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February 28, 1968

Allen Burk, Plaintiff
John L. Lewis et al., Defendants

Gesell, D.J.

The opinion of the court was delivered by: GESELL


Plaintiff, a retired coal miner, seeks judgment against the defendant Trustees for monthly pension payments, from April 1, 1953, to date, and an order directing that he be placed on the rolls of pension eligibility.

 It has been stipulated that the sole issue in the case is whether the defendant Trustees acted in bad faith, arbitrarily or capriciously in denying plaintiff's application for pension benefits on the ground that he did not meet all the eligibility requirements of Trustees' Resolution 10. The applicable provisions of that Resolution would make plaintiff eligible for a pension if he had "retired by permanently ceasing work in the Bituminous Coal Industry after May 28, 1946" and had "been employed for a period of at least one year . . . immediately preceding his retirement."* This is not a trial de novo. Rather, it is in the nature of review of a final administrative determination and the decision herein is based upon the record that was before the Trustees.

 Plaintiff argues that the administrative record compels the conclusion that he was employed by the Camp Creek Coal Company from October, 1951, until his retirement from the industry in November, 1952. In the alternative, plaintiff argues that he is entitled to a pension under Resolution 10 as that resolution has been interpreted in Danti v. Lewis, 114 U.S. App. D.C. 105, 312 F.2d 345 (1962).

 Defendants argue that there is substantial evidence to support their decision that plaintiff did not meet the requirements of Resolution 10 and that the Danti case, supra, is not controlling here.

 Both parties agree that in determining whether the Trustees acted in an arbitrary or capricious manner, this Court's function is to determine whether, as a matter of law, the Trustees' decision was supported by substantial evidence. Danti v. Lewis, 114 U.S. App. D.C. 105, 108, 312 F.2d 345, 348 (1962); Kosty v. Lewis, 115 U.S. App. D.C. 343, 346, 319 F.2d 744, 747 (1963); Miniard v. Lewis, 387 F.2d 864 No. 20,820 (U.S. App. D.C., December 19, 1967); Szuch v. Lewis, 193 F. Supp. 831, 832 (D.C.D.C. 1960); Kennet v. United Mine Workers of America, 183 F. Supp. 315, 318 (D.C.D.C. 1960).

 Substantial evidence has been defined as:


"enough to justify, if the trial were to a jury, a refusal to direct a verdict when the conclusion sought to be drawn from it is one of fact for the jury." Illinois C.R. Co. v. Norfolk & W.R. Co., 385 U.S. 57, 66, 17 L. Ed. 2d 162, 87 S. Ct. 255 (1966).

 The Supreme Court has also said that substantial evidence is:


"such relevant evidence as a reasonable mind might accept as adequate to support a conclusion. . . . This is something less than the weight of the evidence, and the possibility of drawing two inconsistent conclusions from the evidence does not prevent an administrative agency's finding from being supported by substantial evidence." Consolo v. Federal Maritime Commission, 383 U.S. 607, 619, 16 L. Ed. 2d 131, 86 S. Ct. 1018 (1965).

 The first issue before the Court, therefore, is whether there was substantial evidence to support the Trustees' conclusion that plaintiff did not work "one year in the Bituminous Coal Industry immediately prior to retirement."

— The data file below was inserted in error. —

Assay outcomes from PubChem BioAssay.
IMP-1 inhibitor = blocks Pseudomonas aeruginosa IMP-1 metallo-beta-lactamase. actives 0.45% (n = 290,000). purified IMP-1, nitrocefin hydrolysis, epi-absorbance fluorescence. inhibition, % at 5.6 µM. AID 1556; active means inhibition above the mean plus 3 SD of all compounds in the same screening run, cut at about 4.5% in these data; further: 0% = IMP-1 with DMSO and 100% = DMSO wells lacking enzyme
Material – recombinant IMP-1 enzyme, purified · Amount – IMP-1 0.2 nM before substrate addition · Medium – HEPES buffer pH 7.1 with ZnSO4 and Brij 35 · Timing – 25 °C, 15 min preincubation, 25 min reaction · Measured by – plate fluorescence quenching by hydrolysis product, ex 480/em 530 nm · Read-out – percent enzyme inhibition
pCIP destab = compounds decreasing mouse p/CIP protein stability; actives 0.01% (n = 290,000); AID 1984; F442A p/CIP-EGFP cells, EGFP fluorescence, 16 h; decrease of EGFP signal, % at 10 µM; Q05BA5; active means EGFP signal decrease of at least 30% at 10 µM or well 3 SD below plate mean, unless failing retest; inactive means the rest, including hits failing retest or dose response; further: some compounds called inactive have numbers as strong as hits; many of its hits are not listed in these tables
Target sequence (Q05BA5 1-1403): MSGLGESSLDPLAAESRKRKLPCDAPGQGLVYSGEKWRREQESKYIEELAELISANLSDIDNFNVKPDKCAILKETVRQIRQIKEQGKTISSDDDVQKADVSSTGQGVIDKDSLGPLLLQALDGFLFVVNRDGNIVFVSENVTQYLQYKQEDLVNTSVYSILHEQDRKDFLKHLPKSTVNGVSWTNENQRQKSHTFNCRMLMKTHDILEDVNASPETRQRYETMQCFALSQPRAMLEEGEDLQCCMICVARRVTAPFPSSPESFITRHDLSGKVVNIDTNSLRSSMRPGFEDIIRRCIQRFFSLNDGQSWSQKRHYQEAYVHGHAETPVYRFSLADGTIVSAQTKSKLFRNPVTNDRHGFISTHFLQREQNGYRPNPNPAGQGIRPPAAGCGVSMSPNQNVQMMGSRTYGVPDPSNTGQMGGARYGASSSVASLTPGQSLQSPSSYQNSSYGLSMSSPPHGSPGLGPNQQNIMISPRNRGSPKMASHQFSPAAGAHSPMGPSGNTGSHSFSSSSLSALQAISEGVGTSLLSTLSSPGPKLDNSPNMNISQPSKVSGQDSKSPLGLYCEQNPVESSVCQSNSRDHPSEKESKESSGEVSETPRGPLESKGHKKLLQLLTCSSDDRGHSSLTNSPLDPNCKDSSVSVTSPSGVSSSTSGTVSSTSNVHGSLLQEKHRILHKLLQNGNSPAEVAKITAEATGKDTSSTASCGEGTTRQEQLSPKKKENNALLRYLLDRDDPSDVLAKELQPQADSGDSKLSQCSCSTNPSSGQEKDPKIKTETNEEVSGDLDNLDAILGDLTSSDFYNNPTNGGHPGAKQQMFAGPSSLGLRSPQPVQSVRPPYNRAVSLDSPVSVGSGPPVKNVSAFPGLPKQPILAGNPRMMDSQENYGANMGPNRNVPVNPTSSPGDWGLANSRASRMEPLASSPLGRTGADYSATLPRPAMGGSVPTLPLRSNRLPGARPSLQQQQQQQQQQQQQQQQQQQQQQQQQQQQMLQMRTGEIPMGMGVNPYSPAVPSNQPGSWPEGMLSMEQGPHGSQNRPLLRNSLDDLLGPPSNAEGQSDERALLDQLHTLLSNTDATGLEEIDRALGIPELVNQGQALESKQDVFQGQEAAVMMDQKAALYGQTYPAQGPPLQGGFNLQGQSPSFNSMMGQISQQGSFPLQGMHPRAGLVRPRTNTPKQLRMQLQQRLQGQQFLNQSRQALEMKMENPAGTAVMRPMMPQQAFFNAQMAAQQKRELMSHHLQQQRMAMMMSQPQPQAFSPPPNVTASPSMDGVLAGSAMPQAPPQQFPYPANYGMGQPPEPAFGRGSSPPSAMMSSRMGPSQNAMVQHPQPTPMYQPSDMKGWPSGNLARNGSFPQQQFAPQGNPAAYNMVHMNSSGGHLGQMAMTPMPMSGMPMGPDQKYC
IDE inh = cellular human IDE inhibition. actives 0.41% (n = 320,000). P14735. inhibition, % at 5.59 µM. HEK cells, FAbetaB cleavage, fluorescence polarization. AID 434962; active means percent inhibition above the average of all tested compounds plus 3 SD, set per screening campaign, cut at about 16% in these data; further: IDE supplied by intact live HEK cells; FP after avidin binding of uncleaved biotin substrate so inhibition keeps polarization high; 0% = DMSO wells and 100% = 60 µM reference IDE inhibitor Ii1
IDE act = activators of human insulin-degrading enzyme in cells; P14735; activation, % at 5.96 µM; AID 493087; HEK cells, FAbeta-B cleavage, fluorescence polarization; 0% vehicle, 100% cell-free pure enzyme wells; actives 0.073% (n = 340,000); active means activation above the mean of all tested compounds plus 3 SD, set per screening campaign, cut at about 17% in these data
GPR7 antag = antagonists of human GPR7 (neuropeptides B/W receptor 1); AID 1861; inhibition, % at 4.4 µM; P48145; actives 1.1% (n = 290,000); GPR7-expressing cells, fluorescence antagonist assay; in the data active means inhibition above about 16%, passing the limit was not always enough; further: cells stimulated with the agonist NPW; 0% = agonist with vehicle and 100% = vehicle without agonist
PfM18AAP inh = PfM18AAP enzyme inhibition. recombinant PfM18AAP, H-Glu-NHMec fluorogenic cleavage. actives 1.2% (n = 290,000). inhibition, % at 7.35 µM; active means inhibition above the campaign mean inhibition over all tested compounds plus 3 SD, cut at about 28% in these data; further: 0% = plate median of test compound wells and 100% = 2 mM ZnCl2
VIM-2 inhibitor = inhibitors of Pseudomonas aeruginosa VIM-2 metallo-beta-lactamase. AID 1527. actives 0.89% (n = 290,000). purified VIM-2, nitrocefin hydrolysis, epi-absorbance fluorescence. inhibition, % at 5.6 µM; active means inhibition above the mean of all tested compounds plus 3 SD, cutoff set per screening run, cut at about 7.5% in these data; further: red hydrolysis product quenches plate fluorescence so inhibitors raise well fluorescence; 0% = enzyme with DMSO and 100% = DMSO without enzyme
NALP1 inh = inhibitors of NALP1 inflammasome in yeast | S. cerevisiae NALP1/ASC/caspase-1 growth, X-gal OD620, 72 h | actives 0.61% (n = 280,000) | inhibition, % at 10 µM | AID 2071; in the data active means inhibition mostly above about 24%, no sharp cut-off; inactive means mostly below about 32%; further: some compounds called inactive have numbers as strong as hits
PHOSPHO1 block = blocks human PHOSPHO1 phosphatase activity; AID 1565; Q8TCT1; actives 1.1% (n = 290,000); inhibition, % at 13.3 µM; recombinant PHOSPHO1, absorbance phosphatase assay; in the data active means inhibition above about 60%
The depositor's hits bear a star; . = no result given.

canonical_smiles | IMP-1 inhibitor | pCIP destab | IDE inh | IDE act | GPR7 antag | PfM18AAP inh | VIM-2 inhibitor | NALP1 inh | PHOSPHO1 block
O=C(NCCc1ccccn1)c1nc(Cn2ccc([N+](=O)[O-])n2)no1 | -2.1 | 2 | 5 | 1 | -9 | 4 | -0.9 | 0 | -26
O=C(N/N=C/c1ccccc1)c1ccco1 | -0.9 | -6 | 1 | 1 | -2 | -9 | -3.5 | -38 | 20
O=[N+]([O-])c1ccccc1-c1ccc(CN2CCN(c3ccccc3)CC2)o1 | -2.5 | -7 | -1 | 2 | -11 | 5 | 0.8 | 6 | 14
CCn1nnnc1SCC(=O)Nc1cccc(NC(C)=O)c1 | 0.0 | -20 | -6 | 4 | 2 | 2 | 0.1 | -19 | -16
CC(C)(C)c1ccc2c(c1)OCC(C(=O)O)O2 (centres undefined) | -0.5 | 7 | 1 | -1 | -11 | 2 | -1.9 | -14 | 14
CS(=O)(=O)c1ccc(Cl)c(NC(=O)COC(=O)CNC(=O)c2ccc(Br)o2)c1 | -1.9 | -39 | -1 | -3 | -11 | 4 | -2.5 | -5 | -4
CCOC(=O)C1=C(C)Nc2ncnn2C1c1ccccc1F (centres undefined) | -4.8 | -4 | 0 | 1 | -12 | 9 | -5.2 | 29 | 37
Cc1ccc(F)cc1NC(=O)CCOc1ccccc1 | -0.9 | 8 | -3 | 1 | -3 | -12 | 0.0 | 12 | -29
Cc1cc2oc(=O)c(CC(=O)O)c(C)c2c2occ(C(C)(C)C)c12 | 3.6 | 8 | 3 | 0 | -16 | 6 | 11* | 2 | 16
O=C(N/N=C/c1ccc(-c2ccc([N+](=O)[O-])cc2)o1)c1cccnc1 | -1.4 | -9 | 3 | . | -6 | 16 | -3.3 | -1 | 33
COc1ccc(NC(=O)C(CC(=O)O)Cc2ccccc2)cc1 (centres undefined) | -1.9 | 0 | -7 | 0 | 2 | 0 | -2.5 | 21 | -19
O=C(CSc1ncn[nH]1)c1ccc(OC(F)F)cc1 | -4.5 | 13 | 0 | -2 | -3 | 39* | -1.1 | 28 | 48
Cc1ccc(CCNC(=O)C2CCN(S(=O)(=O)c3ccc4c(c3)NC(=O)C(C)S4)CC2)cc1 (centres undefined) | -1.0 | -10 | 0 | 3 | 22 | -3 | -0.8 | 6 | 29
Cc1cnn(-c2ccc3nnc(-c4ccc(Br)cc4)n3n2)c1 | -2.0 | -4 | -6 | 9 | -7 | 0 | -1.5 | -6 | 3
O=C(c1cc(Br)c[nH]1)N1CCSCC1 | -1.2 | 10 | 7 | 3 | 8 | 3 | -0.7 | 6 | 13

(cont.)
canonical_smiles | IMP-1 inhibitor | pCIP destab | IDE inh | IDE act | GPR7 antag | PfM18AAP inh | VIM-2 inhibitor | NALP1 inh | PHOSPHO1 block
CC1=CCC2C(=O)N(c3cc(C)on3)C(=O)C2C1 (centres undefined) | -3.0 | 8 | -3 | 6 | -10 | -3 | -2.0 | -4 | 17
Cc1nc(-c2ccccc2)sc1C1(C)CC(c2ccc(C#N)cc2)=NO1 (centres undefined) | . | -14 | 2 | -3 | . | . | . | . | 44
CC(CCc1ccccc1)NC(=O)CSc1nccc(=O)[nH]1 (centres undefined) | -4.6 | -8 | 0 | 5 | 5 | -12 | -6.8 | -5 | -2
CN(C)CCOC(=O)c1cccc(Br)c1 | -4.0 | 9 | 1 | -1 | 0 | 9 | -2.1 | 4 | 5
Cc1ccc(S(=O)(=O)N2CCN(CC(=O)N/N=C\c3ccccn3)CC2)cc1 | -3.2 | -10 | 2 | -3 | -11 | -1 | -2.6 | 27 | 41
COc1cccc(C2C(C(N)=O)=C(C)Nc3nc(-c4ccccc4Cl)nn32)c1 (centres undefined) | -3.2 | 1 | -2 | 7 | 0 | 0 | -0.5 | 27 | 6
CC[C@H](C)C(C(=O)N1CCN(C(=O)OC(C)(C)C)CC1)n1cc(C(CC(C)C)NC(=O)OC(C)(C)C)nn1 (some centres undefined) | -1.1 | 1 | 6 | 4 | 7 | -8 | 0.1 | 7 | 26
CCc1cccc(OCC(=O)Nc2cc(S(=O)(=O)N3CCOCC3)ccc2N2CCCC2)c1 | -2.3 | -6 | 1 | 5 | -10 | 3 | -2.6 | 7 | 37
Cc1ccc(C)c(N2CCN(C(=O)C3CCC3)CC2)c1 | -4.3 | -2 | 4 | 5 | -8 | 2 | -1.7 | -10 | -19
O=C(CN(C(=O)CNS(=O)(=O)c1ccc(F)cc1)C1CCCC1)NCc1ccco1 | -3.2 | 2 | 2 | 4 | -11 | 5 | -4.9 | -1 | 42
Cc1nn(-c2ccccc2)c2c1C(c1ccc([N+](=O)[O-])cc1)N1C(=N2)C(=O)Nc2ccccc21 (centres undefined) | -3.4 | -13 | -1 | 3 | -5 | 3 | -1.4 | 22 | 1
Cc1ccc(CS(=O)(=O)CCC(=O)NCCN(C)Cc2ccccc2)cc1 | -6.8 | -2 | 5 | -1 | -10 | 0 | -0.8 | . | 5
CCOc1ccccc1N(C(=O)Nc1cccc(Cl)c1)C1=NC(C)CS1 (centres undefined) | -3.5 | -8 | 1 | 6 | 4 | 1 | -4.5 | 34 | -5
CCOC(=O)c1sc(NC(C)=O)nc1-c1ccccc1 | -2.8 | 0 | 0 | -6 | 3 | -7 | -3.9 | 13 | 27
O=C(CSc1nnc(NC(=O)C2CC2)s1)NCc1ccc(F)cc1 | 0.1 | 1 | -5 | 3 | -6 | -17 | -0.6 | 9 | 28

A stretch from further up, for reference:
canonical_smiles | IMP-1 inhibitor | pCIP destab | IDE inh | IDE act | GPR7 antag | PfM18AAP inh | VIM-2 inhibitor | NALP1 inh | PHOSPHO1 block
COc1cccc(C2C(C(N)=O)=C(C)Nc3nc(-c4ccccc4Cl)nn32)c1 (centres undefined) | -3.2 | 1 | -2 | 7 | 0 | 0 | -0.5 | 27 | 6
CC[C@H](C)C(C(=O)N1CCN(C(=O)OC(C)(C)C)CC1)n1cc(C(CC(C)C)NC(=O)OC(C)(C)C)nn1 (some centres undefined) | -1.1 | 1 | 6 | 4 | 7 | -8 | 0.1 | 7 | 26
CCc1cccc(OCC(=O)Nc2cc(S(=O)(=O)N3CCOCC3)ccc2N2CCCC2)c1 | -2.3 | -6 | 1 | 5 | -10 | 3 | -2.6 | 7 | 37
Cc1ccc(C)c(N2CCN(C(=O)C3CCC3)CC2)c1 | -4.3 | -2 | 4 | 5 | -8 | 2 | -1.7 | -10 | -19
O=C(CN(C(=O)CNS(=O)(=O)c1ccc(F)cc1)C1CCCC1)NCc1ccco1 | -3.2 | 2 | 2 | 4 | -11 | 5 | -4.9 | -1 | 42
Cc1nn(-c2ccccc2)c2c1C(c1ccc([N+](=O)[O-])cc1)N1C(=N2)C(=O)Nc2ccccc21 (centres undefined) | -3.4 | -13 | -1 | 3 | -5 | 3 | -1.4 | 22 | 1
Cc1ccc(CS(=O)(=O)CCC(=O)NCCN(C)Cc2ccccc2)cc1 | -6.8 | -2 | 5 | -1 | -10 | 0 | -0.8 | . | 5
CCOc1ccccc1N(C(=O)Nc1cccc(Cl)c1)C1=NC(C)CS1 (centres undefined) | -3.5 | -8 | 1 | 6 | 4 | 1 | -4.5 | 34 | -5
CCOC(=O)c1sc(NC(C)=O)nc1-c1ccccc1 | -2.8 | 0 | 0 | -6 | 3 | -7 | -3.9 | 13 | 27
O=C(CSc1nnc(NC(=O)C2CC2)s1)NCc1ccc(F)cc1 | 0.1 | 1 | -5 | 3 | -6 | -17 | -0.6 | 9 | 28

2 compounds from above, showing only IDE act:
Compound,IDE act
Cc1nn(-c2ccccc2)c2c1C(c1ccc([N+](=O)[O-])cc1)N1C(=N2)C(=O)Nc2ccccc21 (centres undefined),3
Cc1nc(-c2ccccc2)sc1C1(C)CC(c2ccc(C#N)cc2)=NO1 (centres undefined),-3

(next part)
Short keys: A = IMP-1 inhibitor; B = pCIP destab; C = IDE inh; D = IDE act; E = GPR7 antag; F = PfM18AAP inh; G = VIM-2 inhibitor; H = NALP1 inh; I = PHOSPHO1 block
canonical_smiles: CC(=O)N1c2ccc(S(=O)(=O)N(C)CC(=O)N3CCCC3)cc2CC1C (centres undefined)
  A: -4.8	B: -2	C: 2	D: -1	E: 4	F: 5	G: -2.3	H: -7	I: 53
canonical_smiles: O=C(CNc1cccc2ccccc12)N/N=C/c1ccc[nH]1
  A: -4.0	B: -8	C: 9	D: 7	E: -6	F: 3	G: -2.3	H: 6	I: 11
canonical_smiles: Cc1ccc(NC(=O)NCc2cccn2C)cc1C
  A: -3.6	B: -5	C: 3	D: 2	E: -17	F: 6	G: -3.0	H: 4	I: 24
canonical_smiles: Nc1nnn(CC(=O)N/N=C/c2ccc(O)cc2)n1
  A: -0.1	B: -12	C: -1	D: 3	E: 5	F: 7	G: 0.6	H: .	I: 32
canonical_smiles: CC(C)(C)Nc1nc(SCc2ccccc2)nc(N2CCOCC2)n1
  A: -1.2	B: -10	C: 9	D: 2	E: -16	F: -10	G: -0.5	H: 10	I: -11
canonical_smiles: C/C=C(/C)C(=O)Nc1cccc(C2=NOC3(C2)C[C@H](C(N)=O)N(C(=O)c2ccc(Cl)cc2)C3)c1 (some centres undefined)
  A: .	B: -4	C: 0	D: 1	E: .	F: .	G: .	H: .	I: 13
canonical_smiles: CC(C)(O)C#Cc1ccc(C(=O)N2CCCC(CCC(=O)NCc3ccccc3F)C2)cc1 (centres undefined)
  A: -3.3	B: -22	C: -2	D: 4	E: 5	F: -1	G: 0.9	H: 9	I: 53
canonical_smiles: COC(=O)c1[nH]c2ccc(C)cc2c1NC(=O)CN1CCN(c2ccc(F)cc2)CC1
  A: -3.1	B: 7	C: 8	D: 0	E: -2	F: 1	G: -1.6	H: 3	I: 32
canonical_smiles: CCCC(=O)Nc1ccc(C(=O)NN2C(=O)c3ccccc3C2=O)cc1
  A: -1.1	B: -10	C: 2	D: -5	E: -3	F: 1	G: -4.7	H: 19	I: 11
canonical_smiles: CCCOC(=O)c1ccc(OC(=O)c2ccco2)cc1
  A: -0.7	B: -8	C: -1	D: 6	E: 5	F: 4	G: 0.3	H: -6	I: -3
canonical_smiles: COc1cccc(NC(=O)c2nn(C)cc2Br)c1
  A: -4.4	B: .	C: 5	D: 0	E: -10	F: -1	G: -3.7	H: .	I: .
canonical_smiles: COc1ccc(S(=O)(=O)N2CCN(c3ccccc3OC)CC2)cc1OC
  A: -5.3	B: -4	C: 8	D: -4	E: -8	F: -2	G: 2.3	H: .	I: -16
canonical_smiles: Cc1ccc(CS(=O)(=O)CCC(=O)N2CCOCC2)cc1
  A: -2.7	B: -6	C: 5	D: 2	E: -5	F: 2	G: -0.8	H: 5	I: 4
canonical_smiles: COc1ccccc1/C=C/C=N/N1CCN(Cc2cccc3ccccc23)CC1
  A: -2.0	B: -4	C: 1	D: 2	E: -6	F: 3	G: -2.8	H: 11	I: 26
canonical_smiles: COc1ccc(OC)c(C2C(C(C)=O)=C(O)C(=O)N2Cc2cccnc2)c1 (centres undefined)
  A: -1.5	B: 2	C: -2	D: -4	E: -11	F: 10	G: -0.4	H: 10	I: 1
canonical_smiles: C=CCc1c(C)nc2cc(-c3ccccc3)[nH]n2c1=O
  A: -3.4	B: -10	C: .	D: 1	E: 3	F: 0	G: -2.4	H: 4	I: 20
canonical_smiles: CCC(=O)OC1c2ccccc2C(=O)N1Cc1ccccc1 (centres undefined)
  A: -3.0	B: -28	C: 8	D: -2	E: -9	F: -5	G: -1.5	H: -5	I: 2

It is clear that the plaintiff retired in November, 1952. It is conceded that he did some work for the Camp Creek Coal Company between October 10, 1951, and March 20, 1952. It is conceded that he worked for several days later in 1952. Plaintiff claims to have worked until November 20, 1952, and his pension application was submitted in December, 1952.

 Resolution 10 provides, in paragraph II-B.1:


"1. The following statements shall be deemed satisfactory proof of service for the period or periods covered by such statements:


a. Certification by a Local Union or Local Unions, or by Districts of the United Mine Workers of America that an applicant served in the Coal Industry;


b. Statements by persons who have personal knowledge of the applicant's service in the Coal Industry."

 Plaintiff's application was accompanied by a certification by his Union Local and a certification by United Mine Workers District Number 19. It was also accompanied by the sworn statements of several persons claiming actual knowledge of the fact that plaintiff worked from October 10, 1951, to November 20, 1952. Plaintiff argues that the Danti case holds that the Trustees must accept such proof and that to deny a pension in the face of this proof is to violate Resolution 10.

 However, plaintiff is mistaken in this interpretation of Danti. In Danti, there was no other evidence before the Trustees, and on those facts it was held that it was arbitrary and capricious not to grant plaintiff a pension. Here, further evidence as to plaintiff's employment with the Camp Creek Coal Company was contained in a "time book" kept by Paris Burk, plaintiff's son and co-owner of the company, and in a bound book of account kept by Arthur Niday. The "time book" shows that plaintiff began work on October 10, 1951, and worked until March 20, 1952, when the mine worked out. In May, 1952, Paris Burk sold his interest to Niday, who continued the operation at a different location. Niday's account book indicates that plaintiff was employed for two days in June, 1952, and the only other employment was for four hours in September, 1952.

 The Trustees contend that the Niday account book is substantial evidence in support of their conclusion that plaintiff did not work for a year. Plaintiff argues that the book is incomplete, that the records were not kept in the ordinary course of business, and that they have no probative value in the face of the fact that Niday signed a sworn statement, in July, 1953, stating that plaintiff was employed until November 20, 1952.

 However, the dates were typed in separately in the 1953 Niday statement and on being deposed in 1967, Niday stated that he could only remember plaintiff working for a couple of months at one point and a few days thereafter. The issue, then, would seem to turn on the legal sufficiency of the account book.